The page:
Known to be very beautiful and just as hot, Florida is the perfect place to camp year-round for most adventurous campers.
With an incredible collection of tropical birds, reptiles, and other wildlife, there is so much to see in Florida that you’ll have to take several camping trips to see it all!
While Florida is very beautiful, it also has its challenges, such as mosquitos, swamps, predators, and hurricane season.
However, Florida can be one of the most exciting landscapes for the prepared camper to traverse in your free time.
Peak Camping Times:
The first most important thing to consider when you camp in Florida is hurricane season.
Camping in Florida is a year-round activity, and while it may be beautiful during most of the year when it rains in Florida, it pours. Between June 1st and December 1st is the Florida hurricane season and is at its worst during August through October. If you decide that you want to camp during these months, make sure that you are fully prepared to cancel and get out of an area at a moment’s notice.
This means booking campsites that don’t charge you or penalize you for cancellations and camping in inland areas that are safer from hurricane damage.
Always monitor the weather when camping in Florida and please listen to the professionals about what safety steps you should take when something occurs.
Other than hurricane season, most campers prefer to stick to spring and fall when it comes to Florida camping. This is because the summers there are incredibly hot.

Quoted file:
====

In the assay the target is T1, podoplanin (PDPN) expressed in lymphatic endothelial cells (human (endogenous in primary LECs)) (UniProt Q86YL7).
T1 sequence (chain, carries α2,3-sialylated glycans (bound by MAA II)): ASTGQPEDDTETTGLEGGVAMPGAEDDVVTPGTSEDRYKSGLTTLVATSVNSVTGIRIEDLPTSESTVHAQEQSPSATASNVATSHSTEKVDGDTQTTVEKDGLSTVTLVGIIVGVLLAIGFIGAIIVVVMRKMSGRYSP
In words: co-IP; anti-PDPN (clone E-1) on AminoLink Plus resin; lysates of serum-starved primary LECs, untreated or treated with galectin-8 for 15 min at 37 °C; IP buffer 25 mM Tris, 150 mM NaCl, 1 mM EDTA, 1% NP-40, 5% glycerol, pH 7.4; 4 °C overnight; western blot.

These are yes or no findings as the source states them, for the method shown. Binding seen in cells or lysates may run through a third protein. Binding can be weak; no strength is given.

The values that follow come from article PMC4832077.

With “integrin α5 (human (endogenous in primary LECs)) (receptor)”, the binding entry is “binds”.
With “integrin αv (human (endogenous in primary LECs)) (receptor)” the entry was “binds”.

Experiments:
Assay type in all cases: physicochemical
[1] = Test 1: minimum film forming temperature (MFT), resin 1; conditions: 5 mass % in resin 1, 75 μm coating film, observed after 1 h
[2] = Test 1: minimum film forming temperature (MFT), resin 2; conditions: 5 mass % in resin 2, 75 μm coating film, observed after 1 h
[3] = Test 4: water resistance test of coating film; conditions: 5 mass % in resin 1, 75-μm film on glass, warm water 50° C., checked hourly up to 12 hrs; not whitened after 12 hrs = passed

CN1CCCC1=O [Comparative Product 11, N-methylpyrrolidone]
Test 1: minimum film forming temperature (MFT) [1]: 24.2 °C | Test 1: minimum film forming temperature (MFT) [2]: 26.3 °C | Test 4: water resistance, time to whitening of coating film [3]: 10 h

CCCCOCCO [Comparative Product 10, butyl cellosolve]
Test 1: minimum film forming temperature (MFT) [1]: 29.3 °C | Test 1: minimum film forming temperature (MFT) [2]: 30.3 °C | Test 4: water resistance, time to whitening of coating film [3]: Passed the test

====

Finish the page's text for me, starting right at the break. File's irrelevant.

Not only can the incredible heat be uncomfortable, but it can cause injury or illness. Be careful when camping in Florida, keep the bugs off, and stay cool!
Can you Go RVing in Florida Outside these Dates?
You can camp in Florida year-round, especially with an RV that is well-equipped for all seasons.
With a proper air conditioning unit, you will find that camping year-round anywhere is a great experience. Many retirees in Florida live in their RVs year-round.
However, please keep in mind that older models of RV may not be well-suited for extreme heat. Over time, insulation or poor maintenance can interfere with your RVs ability to keep out the heat or the cold.
If you decide to camp during extreme heat or cold, make sure that your RV is prepared.
Where Can you Camp for Free in Florida?
Government or public land is great for dispersed camping.
Dispersed camping (also known as free camping or boondocking) is completely primitive and not regulated by a private campground owner or staff.
This means that your site is in the wilderness. There are no water pipe hookups or electricity with dispersed camping. Instead, you pitch a tent and build your own fire on the ground.